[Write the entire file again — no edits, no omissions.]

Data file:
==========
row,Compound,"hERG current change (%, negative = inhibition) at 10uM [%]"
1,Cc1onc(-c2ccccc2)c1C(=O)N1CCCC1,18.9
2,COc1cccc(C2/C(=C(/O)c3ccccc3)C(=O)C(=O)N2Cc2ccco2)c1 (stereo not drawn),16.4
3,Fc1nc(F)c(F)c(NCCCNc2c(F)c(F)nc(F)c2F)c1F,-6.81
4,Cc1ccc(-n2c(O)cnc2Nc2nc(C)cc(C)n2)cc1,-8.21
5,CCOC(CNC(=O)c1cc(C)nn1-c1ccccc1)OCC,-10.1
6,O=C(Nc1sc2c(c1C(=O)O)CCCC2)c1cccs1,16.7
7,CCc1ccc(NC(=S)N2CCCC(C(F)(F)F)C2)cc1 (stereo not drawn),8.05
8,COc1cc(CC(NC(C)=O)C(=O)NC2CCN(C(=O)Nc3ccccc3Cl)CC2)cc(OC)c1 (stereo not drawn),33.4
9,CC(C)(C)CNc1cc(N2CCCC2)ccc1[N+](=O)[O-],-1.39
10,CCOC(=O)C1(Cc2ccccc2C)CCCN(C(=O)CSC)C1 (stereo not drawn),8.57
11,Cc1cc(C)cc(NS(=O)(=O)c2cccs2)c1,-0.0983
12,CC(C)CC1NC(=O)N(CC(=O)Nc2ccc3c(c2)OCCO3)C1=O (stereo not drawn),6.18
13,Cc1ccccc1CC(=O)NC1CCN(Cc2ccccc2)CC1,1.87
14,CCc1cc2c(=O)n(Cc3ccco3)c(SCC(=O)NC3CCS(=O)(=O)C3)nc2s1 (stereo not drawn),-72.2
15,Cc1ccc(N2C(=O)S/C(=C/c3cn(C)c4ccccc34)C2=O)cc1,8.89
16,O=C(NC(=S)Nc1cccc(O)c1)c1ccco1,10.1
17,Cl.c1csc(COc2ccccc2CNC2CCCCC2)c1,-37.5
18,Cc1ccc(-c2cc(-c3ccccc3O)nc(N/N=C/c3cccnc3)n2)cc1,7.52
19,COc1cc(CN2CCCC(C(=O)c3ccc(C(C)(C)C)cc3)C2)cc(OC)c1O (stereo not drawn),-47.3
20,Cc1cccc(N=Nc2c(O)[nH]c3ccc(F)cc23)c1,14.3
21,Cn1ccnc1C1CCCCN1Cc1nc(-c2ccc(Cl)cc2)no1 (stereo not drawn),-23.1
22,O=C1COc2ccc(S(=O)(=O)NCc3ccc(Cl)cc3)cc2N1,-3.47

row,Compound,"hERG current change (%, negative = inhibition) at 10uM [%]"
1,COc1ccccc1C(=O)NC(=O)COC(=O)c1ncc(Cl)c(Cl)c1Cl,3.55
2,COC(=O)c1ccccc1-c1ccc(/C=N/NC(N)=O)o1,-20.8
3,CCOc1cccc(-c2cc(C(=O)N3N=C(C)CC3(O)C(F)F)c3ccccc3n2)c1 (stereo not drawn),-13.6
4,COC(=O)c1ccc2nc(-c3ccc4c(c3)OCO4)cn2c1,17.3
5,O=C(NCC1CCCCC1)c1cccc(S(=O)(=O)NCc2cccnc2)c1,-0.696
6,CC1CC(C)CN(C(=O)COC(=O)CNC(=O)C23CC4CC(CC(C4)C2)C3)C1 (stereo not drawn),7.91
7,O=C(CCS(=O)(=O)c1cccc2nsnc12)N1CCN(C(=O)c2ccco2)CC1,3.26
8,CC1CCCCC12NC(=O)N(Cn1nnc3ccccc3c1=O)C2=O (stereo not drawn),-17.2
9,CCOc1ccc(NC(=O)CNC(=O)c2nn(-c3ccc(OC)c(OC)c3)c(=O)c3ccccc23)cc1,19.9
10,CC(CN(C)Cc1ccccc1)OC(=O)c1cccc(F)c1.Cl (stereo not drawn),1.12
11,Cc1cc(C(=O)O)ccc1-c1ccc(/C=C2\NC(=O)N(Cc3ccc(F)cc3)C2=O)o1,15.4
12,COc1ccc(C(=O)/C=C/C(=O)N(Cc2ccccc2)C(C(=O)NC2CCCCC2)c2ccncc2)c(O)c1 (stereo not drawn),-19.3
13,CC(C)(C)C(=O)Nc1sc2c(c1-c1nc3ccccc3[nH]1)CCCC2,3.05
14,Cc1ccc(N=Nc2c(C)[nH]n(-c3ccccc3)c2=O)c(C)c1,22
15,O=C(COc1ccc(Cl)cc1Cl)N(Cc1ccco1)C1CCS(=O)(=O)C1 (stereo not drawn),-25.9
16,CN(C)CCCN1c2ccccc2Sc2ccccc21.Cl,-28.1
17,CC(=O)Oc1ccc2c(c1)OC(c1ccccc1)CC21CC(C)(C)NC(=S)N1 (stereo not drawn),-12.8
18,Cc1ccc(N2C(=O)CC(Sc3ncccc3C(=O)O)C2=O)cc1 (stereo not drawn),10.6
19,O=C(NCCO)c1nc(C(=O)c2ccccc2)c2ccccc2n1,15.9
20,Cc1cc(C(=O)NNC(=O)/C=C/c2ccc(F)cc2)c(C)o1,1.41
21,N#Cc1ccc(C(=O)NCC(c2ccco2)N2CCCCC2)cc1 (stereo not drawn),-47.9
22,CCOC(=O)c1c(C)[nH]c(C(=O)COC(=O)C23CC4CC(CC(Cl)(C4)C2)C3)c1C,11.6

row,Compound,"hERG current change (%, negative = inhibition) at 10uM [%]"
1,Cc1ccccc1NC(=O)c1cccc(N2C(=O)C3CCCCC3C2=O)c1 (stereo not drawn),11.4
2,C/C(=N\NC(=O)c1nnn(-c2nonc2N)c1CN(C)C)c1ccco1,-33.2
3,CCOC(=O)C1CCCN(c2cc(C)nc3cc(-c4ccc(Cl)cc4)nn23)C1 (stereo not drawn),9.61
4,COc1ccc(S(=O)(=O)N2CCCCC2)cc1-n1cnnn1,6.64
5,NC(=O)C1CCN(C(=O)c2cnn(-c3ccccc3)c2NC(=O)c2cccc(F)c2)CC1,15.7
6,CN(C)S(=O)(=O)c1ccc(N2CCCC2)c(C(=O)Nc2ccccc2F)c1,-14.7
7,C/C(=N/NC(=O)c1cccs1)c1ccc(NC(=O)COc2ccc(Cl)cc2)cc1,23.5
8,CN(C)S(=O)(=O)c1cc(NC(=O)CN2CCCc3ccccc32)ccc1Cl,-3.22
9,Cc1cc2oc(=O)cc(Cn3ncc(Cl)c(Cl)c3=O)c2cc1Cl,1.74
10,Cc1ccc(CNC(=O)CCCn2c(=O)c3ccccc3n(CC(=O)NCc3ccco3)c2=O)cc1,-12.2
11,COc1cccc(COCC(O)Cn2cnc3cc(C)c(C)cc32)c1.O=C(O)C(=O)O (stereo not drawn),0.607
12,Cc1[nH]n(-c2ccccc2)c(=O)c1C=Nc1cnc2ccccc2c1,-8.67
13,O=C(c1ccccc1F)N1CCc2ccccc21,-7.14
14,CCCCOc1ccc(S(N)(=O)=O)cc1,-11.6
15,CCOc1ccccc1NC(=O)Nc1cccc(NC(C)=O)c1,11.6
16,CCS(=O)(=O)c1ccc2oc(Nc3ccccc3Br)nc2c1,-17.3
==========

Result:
row,Compound,"hERG current change (%, negative = inhibition) at 10uM [%]"
1,Cc1onc(-c2ccccc2)c1C(=O)N1CCCC1,18.9
2,COc1cccc(C2/C(=C(/O)c3ccccc3)C(=O)C(=O)N2Cc2ccco2)c1 (stereo not drawn),16.4
3,Fc1nc(F)c(F)c(NCCCNc2c(F)c(F)nc(F)c2F)c1F,-6.81
4,Cc1ccc(-n2c(O)cnc2Nc2nc(C)cc(C)n2)cc1,-8.21
5,CCOC(CNC(=O)c1cc(C)nn1-c1ccccc1)OCC,-10.1
6,O=C(Nc1sc2c(c1C(=O)O)CCCC2)c1cccs1,16.7
7,CCc1ccc(NC(=S)N2CCCC(C(F)(F)F)C2)cc1 (stereo not drawn),8.05
8,COc1cc(CC(NC(C)=O)C(=O)NC2CCN(C(=O)Nc3ccccc3Cl)CC2)cc(OC)c1 (stereo not drawn),33.4
9,CC(C)(C)CNc1cc(N2CCCC2)ccc1[N+](=O)[O-],-1.39
10,CCOC(=O)C1(Cc2ccccc2C)CCCN(C(=O)CSC)C1 (stereo not drawn),8.57
11,Cc1cc(C)cc(NS(=O)(=O)c2cccs2)c1,-0.0983
12,CC(C)CC1NC(=O)N(CC(=O)Nc2ccc3c(c2)OCCO3)C1=O (stereo not drawn),6.18
13,Cc1ccccc1CC(=O)NC1CCN(Cc2ccccc2)CC1,1.87
14,CCc1cc2c(=O)n(Cc3ccco3)c(SCC(=O)NC3CCS(=O)(=O)C3)nc2s1 (stereo not drawn),-72.2
15,Cc1ccc(N2C(=O)S/C(=C/c3cn(C)c4ccccc34)C2=O)cc1,8.89
16,O=C(NC(=S)Nc1cccc(O)c1)c1ccco1,10.1
17,Cl.c1csc(COc2ccccc2CNC2CCCCC2)c1,-37.5
18,Cc1ccc(-c2cc(-c3ccccc3O)nc(N/N=C/c3cccnc3)n2)cc1,7.52
19,COc1cc(CN2CCCC(C(=O)c3ccc(C(C)(C)C)cc3)C2)cc(OC)c1O (stereo not drawn),-47.3
20,Cc1cccc(N=Nc2c(O)[nH]c3ccc(F)cc23)c1,14.3
21,Cn1ccnc1C1CCCCN1Cc1nc(-c2ccc(Cl)cc2)no1 (stereo not drawn),-23.1
22,O=C1COc2ccc(S(=O)(=O)NCc3ccc(Cl)cc3)cc2N1,-3.47

row,Compound,"hERG current change (%, negative = inhibition) at 10uM [%]"
1,COc1ccccc1C(=O)NC(=O)COC(=O)c1ncc(Cl)c(Cl)c1Cl,3.55
2,COC(=O)c1ccccc1-c1ccc(/C=N/NC(N)=O)o1,-20.8
3,CCOc1cccc(-c2cc(C(=O)N3N=C(C)CC3(O)C(F)F)c3ccccc3n2)c1 (stereo not drawn),-13.6
4,COC(=O)c1ccc2nc(-c3ccc4c(c3)OCO4)cn2c1,17.3
5,O=C(NCC1CCCCC1)c1cccc(S(=O)(=O)NCc2cccnc2)c1,-0.696
6,CC1CC(C)CN(C(=O)COC(=O)CNC(=O)C23CC4CC(CC(C4)C2)C3)C1 (stereo not drawn),7.91
7,O=C(CCS(=O)(=O)c1cccc2nsnc12)N1CCN(C(=O)c2ccco2)CC1,3.26
8,CC1CCCCC12NC(=O)N(Cn1nnc3ccccc3c1=O)C2=O (stereo not drawn),-17.2
9,CCOc1ccc(NC(=O)CNC(=O)c2nn(-c3ccc(OC)c(OC)c3)c(=O)c3ccccc23)cc1,19.9
10,CC(CN(C)Cc1ccccc1)OC(=O)c1cccc(F)c1.Cl (stereo not drawn),1.12
11,Cc1cc(C(=O)O)ccc1-c1ccc(/C=C2\NC(=O)N(Cc3ccc(F)cc3)C2=O)o1,15.4
12,COc1ccc(C(=O)/C=C/C(=O)N(Cc2ccccc2)C(C(=O)NC2CCCCC2)c2ccncc2)c(O)c1 (stereo not drawn),-19.3
13,CC(C)(C)C(=O)Nc1sc2c(c1-c1nc3ccccc3[nH]1)CCCC2,3.05
14,Cc1ccc(N=Nc2c(C)[nH]n(-c3ccccc3)c2=O)c(C)c1,22
15,O=C(COc1ccc(Cl)cc1Cl)N(Cc1ccco1)C1CCS(=O)(=O)C1 (stereo not drawn),-25.9
16,CN(C)CCCN1c2ccccc2Sc2ccccc21.Cl,-28.1
17,CC(=O)Oc1ccc2c(c1)OC(c1ccccc1)CC21CC(C)(C)NC(=S)N1 (stereo not drawn),-12.8
18,Cc1ccc(N2C(=O)CC(Sc3ncccc3C(=O)O)C2=O)cc1 (stereo not drawn),10.6
19,O=C(NCCO)c1nc(C(=O)c2ccccc2)c2ccccc2n1,15.9
20,Cc1cc(C(=O)NNC(=O)/C=C/c2ccc(F)cc2)c(C)o1,1.41
21,N#Cc1ccc(C(=O)NCC(c2ccco2)N2CCCCC2)cc1 (stereo not drawn),-47.9
22,CCOC(=O)c1c(C)[nH]c(C(=O)COC(=O)C23CC4CC(CC(Cl)(C4)C2)C3)c1C,11.6

row,Compound,"hERG current change (%, negative = inhibition) at 10uM [%]"
1,Cc1ccccc1NC(=O)c1cccc(N2C(=O)C3CCCCC3C2=O)c1 (stereo not drawn),11.4
2,C/C(=N\NC(=O)c1nnn(-c2nonc2N)c1CN(C)C)c1ccco1,-33.2
3,CCOC(=O)C1CCCN(c2cc(C)nc3cc(-c4ccc(Cl)cc4)nn23)C1 (stereo not drawn),9.61
4,COc1ccc(S(=O)(=O)N2CCCCC2)cc1-n1cnnn1,6.64
5,NC(=O)C1CCN(C(=O)c2cnn(-c3ccccc3)c2NC(=O)c2cccc(F)c2)CC1,15.7
6,CN(C)S(=O)(=O)c1ccc(N2CCCC2)c(C(=O)Nc2ccccc2F)c1,-14.7
7,C/C(=N/NC(=O)c1cccs1)c1ccc(NC(=O)COc2ccc(Cl)cc2)cc1,23.5
8,CN(C)S(=O)(=O)c1cc(NC(=O)CN2CCCc3ccccc32)ccc1Cl,-3.22
9,Cc1cc2oc(=O)cc(Cn3ncc(Cl)c(Cl)c3=O)c2cc1Cl,1.74
10,Cc1ccc(CNC(=O)CCCn2c(=O)c3ccccc3n(CC(=O)NCc3ccco3)c2=O)cc1,-12.2
11,COc1cccc(COCC(O)Cn2cnc3cc(C)c(C)cc32)c1.O=C(O)C(=O)O (stereo not drawn),0.607
12,Cc1[nH]n(-c2ccccc2)c(=O)c1C=Nc1cnc2ccccc2c1,-8.67
13,O=C(c1ccccc1F)N1CCc2ccccc21,-7.14
14,CCCCOc1ccc(S(N)(=O)=O)cc1,-11.6
15,CCOc1ccccc1NC(=O)Nc1cccc(NC(C)=O)c1,11.6
16,CCS(=O)(=O)c1ccc2oc(Nc3ccccc3Br)nc2c1,-17.3